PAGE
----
INTRODUCTION — This section highlights selected specific new recommendations and/or updates that we anticipate may change usual clinical practice. Practice Changing UpDates focus on changes that may have significant and broad impact on practice, and therefore do not represent all updates that affect practice. These Practice Changing UpDates, reflecting important changes to UpToDate over the past year, are presented chronologically, and are discussed in greater detail in the identified topic reviews.
INFECTIOUS DISEASES (November 2020, Modified April 2021)
Vaccines to prevent SARS-CoV-2 infection
●For individuals who are eligible for vaccination according to local allocation priorities, we recommend COVID-19 vaccination (Grade 1B). Vaccine selection depends on local availability.
Various vaccines to prevent SARS-CoV-2 infection have become available in different countries. In the United States, the COVID-19 mRNA vaccines BNT162b2 (Pfizer-BioNTech COVID-19 vaccine) and mRNA 1273 (Moderna COVID-19 vaccine) and the COVID-19 adenovirus vector vaccine Ad26.COV2.S (Janssen COVID-19 vaccine) have received emergency use authorization [1-3]. The mRNA vaccines are each given as two intramuscular doses separated by a few weeks; the adenovirus vector vaccine is a single intramuscular dose. In large placebo-controlled trials, these vaccines were highly effective in preventing laboratory-confirmed COVID-19, especially severe/critical disease [4-6]. Local and systemic adverse effects (pain, fever, fatigue, headache) are common but usually nonsevere. Ad26.COV2.S is associated with an extremely small risk of thrombosis with thrombocytopenia, but its benefits outweigh this rare risk . (See "COVID-19: Vaccines to prevent SARS-CoV-2 infection".)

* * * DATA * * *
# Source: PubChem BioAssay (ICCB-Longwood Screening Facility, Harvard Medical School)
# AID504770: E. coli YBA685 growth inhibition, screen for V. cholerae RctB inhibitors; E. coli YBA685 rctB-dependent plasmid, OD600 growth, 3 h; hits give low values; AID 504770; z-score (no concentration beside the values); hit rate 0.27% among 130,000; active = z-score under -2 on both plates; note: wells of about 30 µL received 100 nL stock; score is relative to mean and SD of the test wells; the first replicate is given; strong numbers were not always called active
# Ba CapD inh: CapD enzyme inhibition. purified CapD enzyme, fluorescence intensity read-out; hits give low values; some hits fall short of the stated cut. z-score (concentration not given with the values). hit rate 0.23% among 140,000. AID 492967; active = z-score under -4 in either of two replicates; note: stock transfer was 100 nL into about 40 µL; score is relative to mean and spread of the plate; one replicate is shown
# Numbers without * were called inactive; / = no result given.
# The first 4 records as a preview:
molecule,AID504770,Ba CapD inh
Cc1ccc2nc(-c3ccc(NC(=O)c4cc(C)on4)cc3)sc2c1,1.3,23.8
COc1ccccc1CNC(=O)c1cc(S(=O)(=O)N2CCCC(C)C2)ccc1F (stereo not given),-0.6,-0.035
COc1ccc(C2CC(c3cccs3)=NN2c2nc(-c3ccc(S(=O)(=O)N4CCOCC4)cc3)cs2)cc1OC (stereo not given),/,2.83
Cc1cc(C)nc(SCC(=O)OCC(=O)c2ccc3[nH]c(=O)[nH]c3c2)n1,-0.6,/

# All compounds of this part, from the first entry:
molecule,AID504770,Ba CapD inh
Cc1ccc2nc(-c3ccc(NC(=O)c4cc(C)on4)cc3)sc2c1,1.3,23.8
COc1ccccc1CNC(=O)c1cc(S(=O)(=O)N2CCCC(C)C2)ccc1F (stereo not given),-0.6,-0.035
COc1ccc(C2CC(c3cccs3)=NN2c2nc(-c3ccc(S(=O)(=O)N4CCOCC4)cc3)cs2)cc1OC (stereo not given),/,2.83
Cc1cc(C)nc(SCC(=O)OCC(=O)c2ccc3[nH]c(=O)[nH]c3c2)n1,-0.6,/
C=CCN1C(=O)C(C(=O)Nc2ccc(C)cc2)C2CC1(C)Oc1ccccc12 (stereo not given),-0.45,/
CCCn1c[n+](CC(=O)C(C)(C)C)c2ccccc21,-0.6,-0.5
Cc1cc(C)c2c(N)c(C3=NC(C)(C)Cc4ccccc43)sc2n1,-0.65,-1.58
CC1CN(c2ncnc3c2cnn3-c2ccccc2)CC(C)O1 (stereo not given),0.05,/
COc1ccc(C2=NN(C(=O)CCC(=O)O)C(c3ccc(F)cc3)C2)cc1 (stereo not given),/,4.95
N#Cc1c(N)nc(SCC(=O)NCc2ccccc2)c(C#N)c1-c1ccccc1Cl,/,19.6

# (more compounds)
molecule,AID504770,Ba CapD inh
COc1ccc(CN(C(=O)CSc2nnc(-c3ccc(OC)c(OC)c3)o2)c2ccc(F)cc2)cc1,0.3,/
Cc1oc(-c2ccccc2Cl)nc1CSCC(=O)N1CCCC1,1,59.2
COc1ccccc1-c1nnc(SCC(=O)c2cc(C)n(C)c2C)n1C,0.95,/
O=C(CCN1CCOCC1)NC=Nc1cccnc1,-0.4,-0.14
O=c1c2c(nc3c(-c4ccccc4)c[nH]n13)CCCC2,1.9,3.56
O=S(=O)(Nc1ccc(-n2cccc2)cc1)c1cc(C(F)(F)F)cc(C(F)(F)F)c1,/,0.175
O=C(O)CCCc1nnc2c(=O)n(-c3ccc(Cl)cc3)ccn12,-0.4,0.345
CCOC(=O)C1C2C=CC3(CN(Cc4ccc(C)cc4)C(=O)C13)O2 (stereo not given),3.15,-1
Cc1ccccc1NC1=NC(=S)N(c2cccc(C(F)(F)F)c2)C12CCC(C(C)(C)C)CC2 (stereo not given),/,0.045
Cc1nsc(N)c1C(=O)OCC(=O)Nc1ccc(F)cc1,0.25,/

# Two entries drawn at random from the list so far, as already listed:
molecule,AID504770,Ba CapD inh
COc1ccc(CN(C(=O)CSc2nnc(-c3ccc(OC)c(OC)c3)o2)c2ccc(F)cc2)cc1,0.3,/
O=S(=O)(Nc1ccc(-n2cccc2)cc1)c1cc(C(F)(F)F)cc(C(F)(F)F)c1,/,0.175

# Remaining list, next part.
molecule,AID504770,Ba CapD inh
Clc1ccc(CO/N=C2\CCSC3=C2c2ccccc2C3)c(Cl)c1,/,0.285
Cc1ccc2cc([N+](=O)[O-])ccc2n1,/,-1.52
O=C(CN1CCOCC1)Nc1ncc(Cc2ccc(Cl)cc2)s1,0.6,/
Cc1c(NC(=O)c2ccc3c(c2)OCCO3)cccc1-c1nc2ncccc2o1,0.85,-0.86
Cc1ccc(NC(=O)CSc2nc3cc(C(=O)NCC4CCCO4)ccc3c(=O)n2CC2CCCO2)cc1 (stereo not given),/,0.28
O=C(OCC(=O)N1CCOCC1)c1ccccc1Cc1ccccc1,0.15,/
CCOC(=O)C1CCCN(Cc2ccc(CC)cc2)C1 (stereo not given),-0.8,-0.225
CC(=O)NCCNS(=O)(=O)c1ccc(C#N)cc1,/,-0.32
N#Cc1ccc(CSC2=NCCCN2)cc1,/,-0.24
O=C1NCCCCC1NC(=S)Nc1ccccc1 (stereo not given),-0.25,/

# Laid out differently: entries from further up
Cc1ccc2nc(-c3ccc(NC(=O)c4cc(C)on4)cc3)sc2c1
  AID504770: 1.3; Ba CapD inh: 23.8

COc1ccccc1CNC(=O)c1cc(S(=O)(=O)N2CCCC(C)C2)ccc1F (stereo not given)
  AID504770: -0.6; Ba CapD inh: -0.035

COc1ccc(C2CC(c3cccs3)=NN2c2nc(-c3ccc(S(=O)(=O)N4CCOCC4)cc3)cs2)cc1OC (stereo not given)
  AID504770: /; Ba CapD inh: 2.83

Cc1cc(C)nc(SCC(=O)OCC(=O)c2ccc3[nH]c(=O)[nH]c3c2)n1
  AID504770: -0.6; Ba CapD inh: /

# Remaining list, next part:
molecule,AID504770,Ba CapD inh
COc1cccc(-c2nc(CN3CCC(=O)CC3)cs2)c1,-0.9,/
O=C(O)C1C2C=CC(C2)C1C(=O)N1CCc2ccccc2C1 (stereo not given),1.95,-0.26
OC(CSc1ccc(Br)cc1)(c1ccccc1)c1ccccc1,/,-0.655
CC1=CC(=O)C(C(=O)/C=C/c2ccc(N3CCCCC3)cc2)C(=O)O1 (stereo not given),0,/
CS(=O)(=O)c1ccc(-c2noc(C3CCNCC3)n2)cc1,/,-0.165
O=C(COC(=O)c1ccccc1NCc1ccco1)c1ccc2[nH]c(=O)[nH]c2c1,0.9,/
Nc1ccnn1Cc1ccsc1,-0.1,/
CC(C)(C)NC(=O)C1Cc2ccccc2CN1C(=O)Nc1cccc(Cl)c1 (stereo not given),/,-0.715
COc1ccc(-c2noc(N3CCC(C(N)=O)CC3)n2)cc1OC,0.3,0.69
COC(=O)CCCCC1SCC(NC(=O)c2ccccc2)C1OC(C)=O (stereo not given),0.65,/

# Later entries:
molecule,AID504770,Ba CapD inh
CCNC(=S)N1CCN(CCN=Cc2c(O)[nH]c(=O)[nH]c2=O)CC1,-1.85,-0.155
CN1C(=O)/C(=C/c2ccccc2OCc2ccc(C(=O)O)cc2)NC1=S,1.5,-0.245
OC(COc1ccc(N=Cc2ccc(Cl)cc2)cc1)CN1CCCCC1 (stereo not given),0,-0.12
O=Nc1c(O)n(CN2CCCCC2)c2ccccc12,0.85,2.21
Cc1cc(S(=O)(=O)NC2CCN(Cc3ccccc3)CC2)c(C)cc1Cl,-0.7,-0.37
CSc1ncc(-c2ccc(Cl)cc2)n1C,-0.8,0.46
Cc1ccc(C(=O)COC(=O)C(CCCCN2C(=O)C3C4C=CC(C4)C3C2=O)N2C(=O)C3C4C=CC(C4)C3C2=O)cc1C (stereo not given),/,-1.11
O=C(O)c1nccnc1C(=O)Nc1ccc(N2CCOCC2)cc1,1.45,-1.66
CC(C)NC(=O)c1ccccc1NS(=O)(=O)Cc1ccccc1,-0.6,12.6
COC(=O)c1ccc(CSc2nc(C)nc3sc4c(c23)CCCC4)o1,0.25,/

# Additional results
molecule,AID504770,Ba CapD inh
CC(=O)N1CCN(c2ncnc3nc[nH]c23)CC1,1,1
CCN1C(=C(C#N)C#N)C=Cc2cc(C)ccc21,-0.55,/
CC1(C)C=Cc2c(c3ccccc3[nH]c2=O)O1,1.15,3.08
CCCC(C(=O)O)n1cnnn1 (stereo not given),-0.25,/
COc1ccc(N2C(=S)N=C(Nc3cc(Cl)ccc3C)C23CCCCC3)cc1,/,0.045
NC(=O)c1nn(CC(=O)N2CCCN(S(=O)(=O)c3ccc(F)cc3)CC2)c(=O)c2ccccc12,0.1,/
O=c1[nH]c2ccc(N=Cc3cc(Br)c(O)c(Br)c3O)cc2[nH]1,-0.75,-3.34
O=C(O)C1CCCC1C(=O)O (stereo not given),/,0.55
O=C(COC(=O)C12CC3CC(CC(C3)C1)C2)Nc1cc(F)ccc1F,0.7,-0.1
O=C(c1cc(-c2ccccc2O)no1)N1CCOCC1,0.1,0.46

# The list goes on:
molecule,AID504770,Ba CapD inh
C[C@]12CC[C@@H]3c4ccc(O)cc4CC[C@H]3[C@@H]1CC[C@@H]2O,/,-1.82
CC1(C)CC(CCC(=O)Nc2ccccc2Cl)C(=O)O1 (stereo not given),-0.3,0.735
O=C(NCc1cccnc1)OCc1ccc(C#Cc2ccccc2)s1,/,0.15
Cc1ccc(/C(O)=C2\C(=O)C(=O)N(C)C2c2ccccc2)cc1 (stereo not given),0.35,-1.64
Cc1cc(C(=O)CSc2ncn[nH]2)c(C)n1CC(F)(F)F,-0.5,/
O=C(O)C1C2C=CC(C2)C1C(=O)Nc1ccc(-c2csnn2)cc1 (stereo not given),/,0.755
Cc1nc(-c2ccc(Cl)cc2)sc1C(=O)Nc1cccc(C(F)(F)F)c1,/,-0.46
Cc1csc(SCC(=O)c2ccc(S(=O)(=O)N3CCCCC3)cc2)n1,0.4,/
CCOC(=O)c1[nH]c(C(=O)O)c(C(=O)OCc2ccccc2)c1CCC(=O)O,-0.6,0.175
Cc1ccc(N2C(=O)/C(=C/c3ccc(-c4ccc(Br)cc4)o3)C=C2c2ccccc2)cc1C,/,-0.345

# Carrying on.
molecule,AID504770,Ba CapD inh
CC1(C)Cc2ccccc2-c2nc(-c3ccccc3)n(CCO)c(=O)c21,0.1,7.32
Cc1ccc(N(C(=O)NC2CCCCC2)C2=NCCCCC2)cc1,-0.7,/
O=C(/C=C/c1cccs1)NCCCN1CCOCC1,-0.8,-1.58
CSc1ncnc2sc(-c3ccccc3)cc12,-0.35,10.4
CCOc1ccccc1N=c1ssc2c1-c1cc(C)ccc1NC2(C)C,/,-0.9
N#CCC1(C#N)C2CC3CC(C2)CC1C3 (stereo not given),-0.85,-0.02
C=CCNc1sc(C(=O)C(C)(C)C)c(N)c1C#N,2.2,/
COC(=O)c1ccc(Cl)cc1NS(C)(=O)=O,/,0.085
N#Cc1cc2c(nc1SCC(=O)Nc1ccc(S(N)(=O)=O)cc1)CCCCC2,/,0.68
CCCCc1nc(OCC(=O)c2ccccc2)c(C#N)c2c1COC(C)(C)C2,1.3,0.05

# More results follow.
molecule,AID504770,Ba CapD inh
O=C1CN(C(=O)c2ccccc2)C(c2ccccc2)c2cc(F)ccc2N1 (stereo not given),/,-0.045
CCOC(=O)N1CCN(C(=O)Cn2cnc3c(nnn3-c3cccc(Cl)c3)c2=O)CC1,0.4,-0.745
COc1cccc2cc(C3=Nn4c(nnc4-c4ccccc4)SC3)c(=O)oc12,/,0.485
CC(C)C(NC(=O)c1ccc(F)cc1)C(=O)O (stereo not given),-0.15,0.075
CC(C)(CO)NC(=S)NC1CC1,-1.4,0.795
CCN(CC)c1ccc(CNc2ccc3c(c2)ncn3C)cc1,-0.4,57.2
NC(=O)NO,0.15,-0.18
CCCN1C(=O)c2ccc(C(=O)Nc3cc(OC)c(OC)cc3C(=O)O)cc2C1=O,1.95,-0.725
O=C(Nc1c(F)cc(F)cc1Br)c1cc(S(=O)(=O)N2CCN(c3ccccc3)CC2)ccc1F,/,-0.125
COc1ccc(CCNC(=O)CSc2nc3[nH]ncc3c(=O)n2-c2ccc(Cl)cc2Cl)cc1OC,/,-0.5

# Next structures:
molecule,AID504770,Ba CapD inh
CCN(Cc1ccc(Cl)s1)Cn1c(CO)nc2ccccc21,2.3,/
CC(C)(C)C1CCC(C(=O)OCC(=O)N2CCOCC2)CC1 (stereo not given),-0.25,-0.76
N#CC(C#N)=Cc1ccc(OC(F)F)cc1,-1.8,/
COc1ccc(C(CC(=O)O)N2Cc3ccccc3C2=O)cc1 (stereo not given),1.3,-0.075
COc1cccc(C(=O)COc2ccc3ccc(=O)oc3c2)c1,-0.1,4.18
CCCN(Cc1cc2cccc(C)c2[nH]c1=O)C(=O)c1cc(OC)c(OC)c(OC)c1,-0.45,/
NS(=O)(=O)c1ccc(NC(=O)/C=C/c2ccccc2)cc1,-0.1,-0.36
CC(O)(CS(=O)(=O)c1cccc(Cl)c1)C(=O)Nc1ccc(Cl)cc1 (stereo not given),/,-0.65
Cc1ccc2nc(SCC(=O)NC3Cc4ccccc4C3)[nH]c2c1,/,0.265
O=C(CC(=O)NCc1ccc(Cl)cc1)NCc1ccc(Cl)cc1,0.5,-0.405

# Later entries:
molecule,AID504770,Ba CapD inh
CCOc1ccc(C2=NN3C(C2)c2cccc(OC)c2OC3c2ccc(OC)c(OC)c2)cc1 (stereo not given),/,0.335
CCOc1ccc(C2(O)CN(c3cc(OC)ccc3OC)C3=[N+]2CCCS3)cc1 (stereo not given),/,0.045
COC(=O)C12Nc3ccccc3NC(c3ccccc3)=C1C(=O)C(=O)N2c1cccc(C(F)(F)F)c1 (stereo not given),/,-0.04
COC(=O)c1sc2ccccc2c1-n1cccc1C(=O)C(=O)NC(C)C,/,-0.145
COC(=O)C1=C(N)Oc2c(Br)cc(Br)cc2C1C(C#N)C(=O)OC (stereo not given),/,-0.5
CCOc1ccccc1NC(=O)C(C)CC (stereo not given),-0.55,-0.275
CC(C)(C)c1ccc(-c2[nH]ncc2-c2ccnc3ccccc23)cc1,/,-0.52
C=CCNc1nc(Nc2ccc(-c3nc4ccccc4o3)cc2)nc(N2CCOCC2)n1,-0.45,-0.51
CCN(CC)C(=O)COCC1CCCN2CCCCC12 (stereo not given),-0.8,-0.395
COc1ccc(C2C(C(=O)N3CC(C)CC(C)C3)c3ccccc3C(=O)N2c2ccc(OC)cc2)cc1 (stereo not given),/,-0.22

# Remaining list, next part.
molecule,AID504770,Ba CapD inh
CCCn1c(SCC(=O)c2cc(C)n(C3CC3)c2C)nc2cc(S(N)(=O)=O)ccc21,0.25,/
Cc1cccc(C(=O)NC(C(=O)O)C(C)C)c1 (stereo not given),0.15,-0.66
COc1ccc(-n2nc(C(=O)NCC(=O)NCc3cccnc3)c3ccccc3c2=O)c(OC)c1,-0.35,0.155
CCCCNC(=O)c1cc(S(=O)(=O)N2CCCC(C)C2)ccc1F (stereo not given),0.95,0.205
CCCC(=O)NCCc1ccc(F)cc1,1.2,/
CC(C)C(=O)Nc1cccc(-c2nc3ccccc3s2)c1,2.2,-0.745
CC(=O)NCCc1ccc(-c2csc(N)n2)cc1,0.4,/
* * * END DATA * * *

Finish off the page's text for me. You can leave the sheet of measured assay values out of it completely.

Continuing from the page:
NEUROLOGY (April 2021)
Second course of IVIG not beneficial for patients with severe Guillain-Barré syndrome
●For patients with Guillain-Barré syndrome treated initially with IVIG who show further deterioration or no improvement, we suggest against retreating with IVIG because it exposes patients to adverse risks without additional benefit (Grade 2C).
For patients with severe Guillain-Barré syndrome (GBS) whose symptoms worsen or fail to improve after a course of intravenous immune globulin (IVIG), a repeat course has sometimes been given, despite uncertain benefit. In a randomized trial of 93 patients with GBS and a poor predicted outcome, those assigned to a second course of IVIG (given two to four days after completion of the first course) had similar disability but more adverse effects, including thromboembolic complications, than those who were assigned to placebo . Based on these data, we suggest against retreating with a second course of IVIG for patients with GBS. (See "Guillain-Barré syndrome in adults: Treatment and prognosis", section on 'Relapses'.)
ONCOLOGY (April 2021)
Postoperative nivolumab after initial chemoradiotherapy for esophageal and esophagogastric junction cancer